Unisys at the Criminal Justice Management Conference 2014

European Voices5 minutes readOct 2nd, 2014
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Set against a back drop of budget cuts and a general streamlining of police resources, forces and agencies across the UK are facing an array of new challenges, both at a national and local level.

Speaking at the Criminal Justice Management (CJM) conference last week, Chris Price, Head of Police Science and Technology at the Home Office, spoke very eloquently in his talk on ‘Modernising Police Technology’. He discussed how such restrictions have fostered local innovation, and how the focus is at a cultural, rather than a purely practical level, underpinning the need for systemic cooperation across the UK police and public services more generally. Such issues further the importance of collaboration across both geographic and procedural boundaries, ensuring that resources are used as efficiently and effectively as possible, as the police continuously strive to stay one step ahead of offenders inhabiting an ever more digital world.

My colleague John Wright, Global Director Public Safety and Justice Solutions at Unisys, was also presenting at the event and commented: “The UK has seen the largest fall in police numbers across Europe in recent years. In fact, there was a reduction of 11% between 2011 and 2014, equating to around 16,000 officers. We are also observing a shift in the landscape of crime. Despite figures reducing in general, there is a much greater prevalence of crime likes fraud – recording a 17% year on year increase. As criminals become ever more tech-savvy, technology has to be the sharp edge of the sword at the forefront of this battle. But HMIC’s latest report found that ‘Many forces are operating with old technology, ill-suited to modern crime fighting’ and that this should be addressed as a matter of priority.”

The drivers are there, and Price highlighted the progress already being made by forward thinking forces up and down the country. The use of mobile technology in several police forces has allowed officers to take and submit reports and statements without having to return to the station. With this facility and constant access to data on the front line he commented, “Technology has the capability and capacity to enhance the way officers on the street can operate and has already resulted in a 20% reduction in the time officers spend in the station.” This technology allows officers to link up in a seamless way with the rest of the criminal justice system. But this doesn’t stop with officers. Solutions in place like Live Link allow victims, officers and witnesses to give evidence via video transmission without having to be in situ and mobile platforms allow members of the public to feedback on services, track crime processing or pay outstanding fines.

Huge strides have also been made on the investigative side, as forces begin to take advantage of the very latest developments in technology to foster intelligence-led investigation. Forces now have access to solutions that can drastically improve efficiency while empowering their officers and analysts to derive much greater insight from gathered data. They provide greater abilities in terms of tracking, monitoring suspects and building more in-depth profiles from an otherwise minimal data set. Crucially this lies in the ability to derive connections and associations that might not otherwise be visible. The fact these continually update in real-time gives police in the station and on the front line, the most up to date view of information pertaining to investigations.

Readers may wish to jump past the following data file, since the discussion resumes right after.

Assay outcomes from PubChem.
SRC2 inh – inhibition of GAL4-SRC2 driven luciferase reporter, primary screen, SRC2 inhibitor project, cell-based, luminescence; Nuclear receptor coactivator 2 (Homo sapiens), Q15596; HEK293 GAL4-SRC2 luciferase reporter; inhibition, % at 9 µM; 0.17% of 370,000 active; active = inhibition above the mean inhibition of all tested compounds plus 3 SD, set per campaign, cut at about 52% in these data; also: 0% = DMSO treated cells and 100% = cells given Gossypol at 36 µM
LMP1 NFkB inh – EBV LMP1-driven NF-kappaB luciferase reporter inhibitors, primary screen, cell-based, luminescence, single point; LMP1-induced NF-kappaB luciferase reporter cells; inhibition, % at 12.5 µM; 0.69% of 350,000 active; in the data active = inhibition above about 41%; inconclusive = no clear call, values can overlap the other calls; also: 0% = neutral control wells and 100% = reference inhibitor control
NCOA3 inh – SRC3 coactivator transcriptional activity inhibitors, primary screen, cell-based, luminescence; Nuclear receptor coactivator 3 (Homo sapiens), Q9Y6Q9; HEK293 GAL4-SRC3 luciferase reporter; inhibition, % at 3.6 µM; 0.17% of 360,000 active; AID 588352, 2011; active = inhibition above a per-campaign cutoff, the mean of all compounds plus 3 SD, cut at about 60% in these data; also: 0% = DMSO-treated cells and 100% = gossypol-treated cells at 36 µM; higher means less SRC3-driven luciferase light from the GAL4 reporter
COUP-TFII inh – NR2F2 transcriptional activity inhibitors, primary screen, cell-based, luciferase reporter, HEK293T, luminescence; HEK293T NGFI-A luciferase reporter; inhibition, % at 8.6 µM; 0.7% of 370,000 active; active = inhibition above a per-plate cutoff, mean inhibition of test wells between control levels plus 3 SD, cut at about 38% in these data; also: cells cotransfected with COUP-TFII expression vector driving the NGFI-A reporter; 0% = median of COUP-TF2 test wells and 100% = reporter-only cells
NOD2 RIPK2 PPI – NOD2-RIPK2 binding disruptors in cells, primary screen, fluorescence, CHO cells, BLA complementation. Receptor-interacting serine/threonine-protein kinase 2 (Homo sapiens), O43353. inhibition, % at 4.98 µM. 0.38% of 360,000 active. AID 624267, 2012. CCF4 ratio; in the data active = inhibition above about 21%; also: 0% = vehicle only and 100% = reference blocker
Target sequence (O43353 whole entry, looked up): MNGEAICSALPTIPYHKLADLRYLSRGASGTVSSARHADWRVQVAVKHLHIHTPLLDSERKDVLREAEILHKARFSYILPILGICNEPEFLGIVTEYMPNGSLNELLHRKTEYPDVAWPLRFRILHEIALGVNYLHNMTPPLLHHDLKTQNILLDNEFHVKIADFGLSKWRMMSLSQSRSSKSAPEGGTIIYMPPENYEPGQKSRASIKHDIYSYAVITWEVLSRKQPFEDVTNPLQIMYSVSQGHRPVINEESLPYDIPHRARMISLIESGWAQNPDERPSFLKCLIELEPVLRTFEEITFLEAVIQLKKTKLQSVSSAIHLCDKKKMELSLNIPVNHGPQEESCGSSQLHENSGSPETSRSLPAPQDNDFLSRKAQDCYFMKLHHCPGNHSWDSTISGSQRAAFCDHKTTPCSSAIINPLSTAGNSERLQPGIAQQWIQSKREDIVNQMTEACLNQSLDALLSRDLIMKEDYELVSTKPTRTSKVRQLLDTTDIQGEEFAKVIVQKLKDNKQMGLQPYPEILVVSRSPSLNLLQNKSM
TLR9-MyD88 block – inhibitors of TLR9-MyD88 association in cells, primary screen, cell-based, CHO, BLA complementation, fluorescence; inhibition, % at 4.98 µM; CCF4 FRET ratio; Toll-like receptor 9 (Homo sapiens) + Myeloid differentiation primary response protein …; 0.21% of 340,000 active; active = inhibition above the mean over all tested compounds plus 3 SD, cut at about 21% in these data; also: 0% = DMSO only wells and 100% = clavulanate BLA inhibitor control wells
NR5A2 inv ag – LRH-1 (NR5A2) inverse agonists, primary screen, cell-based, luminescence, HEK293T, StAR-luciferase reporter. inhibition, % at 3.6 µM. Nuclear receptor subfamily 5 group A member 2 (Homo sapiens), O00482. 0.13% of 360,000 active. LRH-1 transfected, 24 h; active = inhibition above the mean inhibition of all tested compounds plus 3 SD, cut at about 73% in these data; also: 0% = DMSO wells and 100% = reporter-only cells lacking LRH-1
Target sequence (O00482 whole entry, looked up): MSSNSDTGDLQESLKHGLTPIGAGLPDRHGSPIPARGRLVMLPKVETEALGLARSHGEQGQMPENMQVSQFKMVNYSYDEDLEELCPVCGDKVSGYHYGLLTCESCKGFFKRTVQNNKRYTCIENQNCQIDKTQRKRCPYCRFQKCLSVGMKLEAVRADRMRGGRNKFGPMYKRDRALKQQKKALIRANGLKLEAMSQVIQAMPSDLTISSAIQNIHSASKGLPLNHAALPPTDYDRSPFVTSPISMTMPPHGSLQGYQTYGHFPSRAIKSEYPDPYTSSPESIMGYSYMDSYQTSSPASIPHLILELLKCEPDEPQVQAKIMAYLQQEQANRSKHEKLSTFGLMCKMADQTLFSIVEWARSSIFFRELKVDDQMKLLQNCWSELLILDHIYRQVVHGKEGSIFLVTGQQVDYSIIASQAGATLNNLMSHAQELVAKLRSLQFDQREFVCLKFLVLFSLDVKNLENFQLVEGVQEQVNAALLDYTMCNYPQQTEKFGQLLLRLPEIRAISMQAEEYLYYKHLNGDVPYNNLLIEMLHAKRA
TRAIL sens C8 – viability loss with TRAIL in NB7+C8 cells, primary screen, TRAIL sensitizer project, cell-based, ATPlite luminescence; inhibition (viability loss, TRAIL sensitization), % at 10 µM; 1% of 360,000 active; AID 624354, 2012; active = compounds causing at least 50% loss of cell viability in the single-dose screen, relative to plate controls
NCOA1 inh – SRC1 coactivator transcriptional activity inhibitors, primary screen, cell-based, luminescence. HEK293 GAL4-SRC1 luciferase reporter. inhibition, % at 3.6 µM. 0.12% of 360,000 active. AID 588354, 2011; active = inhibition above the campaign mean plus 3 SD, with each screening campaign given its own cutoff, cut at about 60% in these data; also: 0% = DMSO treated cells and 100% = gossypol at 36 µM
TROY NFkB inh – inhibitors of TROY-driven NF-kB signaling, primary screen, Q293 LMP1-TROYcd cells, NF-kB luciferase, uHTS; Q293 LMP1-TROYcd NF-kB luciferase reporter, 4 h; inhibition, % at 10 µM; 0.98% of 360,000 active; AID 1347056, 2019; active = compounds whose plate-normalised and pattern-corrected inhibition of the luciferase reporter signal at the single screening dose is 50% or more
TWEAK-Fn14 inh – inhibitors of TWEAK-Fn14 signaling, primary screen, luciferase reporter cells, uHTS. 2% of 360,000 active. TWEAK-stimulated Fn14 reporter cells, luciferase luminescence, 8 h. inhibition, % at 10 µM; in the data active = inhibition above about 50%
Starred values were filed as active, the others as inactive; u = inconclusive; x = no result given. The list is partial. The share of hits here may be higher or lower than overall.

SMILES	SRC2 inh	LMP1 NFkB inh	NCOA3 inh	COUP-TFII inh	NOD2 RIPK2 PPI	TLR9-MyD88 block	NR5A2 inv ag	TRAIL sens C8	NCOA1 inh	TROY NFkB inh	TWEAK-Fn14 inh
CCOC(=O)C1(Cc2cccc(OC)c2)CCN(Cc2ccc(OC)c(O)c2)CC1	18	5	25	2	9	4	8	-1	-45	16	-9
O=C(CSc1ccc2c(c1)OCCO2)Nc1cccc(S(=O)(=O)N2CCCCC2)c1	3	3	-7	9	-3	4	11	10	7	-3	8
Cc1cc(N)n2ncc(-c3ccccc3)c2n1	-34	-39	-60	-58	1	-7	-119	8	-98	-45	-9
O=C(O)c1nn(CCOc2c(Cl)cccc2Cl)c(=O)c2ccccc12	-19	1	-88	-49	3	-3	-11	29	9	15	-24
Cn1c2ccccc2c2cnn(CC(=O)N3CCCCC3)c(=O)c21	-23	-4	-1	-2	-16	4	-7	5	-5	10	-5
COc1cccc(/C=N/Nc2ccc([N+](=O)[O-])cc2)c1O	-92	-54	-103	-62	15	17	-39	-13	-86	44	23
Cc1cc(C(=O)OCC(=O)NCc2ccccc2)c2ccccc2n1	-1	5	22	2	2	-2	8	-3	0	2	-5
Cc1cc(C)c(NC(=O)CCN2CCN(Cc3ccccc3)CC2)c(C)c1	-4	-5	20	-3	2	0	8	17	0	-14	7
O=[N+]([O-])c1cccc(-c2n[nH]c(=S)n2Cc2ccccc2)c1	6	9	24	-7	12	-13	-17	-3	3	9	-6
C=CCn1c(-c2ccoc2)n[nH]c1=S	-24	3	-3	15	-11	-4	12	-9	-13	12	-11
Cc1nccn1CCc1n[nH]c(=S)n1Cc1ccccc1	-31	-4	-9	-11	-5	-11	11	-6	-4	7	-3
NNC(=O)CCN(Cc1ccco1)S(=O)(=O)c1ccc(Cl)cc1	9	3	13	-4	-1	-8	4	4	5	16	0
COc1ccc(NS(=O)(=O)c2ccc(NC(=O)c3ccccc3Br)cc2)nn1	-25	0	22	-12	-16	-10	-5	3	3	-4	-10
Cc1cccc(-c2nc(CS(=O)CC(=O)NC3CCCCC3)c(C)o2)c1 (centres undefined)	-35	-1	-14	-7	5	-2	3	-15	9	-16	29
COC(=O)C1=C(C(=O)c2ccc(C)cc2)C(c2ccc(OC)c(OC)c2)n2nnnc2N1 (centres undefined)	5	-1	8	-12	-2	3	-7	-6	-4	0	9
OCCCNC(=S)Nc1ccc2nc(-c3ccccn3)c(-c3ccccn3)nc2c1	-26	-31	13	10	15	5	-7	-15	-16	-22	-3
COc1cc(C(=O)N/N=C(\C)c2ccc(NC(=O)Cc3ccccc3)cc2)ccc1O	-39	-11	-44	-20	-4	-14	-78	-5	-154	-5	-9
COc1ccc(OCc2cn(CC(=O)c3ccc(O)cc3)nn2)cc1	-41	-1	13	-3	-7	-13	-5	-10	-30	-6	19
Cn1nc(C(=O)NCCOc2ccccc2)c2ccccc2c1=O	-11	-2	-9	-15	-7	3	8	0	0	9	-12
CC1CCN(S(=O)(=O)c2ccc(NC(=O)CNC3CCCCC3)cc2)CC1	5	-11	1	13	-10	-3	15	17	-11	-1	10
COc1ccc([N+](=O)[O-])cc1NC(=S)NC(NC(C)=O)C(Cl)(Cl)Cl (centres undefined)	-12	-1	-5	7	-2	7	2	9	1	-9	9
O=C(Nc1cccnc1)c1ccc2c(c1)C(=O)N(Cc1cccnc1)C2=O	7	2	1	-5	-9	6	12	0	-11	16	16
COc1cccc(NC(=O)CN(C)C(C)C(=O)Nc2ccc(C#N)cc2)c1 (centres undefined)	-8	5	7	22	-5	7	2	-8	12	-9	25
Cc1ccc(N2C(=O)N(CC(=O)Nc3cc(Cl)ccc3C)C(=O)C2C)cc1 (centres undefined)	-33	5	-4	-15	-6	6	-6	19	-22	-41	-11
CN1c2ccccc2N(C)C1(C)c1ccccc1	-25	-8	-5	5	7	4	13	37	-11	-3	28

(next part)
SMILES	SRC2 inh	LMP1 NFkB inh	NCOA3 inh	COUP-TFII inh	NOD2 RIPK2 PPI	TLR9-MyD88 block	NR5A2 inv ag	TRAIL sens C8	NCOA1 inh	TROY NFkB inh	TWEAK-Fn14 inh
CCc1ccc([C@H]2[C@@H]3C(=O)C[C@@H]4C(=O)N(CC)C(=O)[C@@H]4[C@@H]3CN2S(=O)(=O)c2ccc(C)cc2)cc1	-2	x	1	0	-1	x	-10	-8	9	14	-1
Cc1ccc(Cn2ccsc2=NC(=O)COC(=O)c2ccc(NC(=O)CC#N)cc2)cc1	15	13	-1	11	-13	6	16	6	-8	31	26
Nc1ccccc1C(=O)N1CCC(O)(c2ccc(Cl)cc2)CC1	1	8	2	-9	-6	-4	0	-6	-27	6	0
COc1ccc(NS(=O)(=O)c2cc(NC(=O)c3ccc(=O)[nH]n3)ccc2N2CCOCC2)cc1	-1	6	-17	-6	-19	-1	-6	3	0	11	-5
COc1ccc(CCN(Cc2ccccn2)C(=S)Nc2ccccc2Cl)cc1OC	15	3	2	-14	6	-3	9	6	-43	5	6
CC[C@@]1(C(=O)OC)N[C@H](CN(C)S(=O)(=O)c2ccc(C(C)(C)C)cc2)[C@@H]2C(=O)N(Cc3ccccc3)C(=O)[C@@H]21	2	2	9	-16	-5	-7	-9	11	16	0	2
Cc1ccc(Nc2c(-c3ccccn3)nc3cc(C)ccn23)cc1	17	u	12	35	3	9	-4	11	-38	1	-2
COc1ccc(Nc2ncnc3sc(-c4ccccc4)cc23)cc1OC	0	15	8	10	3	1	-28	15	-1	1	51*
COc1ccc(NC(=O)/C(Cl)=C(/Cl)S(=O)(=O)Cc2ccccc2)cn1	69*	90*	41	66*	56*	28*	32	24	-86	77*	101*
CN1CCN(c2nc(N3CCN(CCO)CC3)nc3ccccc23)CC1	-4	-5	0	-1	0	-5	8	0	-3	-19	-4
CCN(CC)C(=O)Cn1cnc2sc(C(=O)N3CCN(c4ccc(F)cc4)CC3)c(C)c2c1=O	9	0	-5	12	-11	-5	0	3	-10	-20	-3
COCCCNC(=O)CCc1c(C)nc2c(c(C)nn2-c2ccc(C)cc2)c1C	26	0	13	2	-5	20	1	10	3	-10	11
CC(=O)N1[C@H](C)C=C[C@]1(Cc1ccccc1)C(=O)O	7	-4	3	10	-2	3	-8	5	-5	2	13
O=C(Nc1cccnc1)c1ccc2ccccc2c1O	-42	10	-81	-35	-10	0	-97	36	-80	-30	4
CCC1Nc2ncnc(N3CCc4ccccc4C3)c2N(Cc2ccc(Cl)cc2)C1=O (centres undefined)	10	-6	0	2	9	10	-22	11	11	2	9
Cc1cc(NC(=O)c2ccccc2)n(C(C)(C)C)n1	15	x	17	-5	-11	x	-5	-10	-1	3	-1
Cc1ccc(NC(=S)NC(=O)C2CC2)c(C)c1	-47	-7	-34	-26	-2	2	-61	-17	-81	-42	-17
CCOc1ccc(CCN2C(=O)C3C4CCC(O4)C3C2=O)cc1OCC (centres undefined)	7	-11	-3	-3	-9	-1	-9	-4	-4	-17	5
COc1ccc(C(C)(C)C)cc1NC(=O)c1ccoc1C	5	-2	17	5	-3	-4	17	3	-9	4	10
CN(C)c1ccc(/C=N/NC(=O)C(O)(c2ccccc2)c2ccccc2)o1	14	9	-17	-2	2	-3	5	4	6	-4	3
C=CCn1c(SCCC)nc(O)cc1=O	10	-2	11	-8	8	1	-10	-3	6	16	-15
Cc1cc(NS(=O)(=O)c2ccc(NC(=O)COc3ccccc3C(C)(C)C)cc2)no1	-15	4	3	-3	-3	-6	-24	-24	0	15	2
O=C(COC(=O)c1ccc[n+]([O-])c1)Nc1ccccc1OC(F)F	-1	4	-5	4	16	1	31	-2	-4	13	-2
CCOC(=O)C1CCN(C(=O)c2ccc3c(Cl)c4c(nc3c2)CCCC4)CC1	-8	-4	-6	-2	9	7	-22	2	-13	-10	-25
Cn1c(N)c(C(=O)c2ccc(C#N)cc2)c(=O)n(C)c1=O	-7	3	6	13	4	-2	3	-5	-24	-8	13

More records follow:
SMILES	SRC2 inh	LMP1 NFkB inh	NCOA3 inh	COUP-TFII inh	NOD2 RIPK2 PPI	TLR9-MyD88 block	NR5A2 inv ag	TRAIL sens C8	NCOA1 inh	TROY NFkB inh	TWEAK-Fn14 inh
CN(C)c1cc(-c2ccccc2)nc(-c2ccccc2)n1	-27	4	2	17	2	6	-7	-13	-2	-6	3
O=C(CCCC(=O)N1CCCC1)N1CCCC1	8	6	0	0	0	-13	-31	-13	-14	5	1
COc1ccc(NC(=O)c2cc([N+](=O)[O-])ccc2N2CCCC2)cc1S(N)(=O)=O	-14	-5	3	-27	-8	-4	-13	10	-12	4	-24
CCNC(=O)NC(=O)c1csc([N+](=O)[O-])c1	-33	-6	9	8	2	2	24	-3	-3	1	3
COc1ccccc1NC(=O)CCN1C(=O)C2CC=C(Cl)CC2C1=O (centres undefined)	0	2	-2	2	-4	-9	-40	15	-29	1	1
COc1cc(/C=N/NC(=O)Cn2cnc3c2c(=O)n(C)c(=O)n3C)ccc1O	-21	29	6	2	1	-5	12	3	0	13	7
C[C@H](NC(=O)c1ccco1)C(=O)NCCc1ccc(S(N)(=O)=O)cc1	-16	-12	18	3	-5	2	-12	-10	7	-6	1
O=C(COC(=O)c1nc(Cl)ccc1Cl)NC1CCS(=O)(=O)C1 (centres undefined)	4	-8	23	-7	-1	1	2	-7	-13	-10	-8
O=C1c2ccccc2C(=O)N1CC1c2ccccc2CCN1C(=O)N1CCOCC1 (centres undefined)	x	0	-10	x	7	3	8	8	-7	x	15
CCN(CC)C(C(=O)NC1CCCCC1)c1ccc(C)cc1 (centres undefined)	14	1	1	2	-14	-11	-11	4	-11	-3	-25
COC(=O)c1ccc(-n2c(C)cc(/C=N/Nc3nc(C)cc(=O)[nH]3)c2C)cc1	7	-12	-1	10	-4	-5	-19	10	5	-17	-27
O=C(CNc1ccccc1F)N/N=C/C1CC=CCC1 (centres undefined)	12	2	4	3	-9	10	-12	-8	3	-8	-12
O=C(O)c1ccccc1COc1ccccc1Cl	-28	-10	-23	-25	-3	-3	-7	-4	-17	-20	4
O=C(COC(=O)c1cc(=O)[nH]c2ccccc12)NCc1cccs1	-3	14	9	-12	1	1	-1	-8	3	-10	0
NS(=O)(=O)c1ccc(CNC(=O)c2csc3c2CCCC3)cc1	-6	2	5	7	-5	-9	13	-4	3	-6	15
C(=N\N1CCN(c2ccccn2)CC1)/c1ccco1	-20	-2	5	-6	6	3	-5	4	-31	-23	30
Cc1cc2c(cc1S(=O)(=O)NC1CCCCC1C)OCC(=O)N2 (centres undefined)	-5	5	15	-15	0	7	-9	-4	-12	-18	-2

During a demonstration of U-LEAF (Unisys Law Enforcement Application Framework), Shilpi Kumar, U-LEAF Product Manager, explains that harnessing analytical capabilities in a centralised location allows officers and analysts to drill down into the most granular data or step back and visualise the case as a whole. U-LEAF has brought exciting new capabilities that can take much of the legwork off Police forces and even open, expand and inform existing lines of enquiry. Data that may not have been considered is drawn into investigations and matches are flagged from reports being continually submitted in other ongoing inquiries, based on a variety of search criteria. Vastly improved and intelligent search functions make sourcing data easier and drastically cut administration time. Multiple visualisations of this data, from detailed link analysis to integrating group sets with geolocation in a map view, can prove vital in locating otherwise illusive suspects. On top of all this, operators can input data sets and lists, in any format, whether that be anything from a call history to an aircraft passenger list. Systems can ingest this data and integrate it seamlessly into the ongoing operation.

As the Chief Inspector of Constabulary Tom Winsor said, “the oxygen of effective policing is intelligence” and there is still room for improvement across the sector in the way technology is used to drive this. To echo Price’s words as he concluded his address with a particularly poignant call to action, “More can be done to develop and adopt these (technological) capabilities……Together we need to challenge the old ways of thinking”.

The Criminal Justice Management 2014 conference was attended by approximately 350 delegates. Unisys representatives presented U-LEAF at two interactive seminars where a total audience of 120 were taken through a mock investigation, watching the solution in action.

Tags-   HOLMES Justice law policing public safety and justice U-LEAF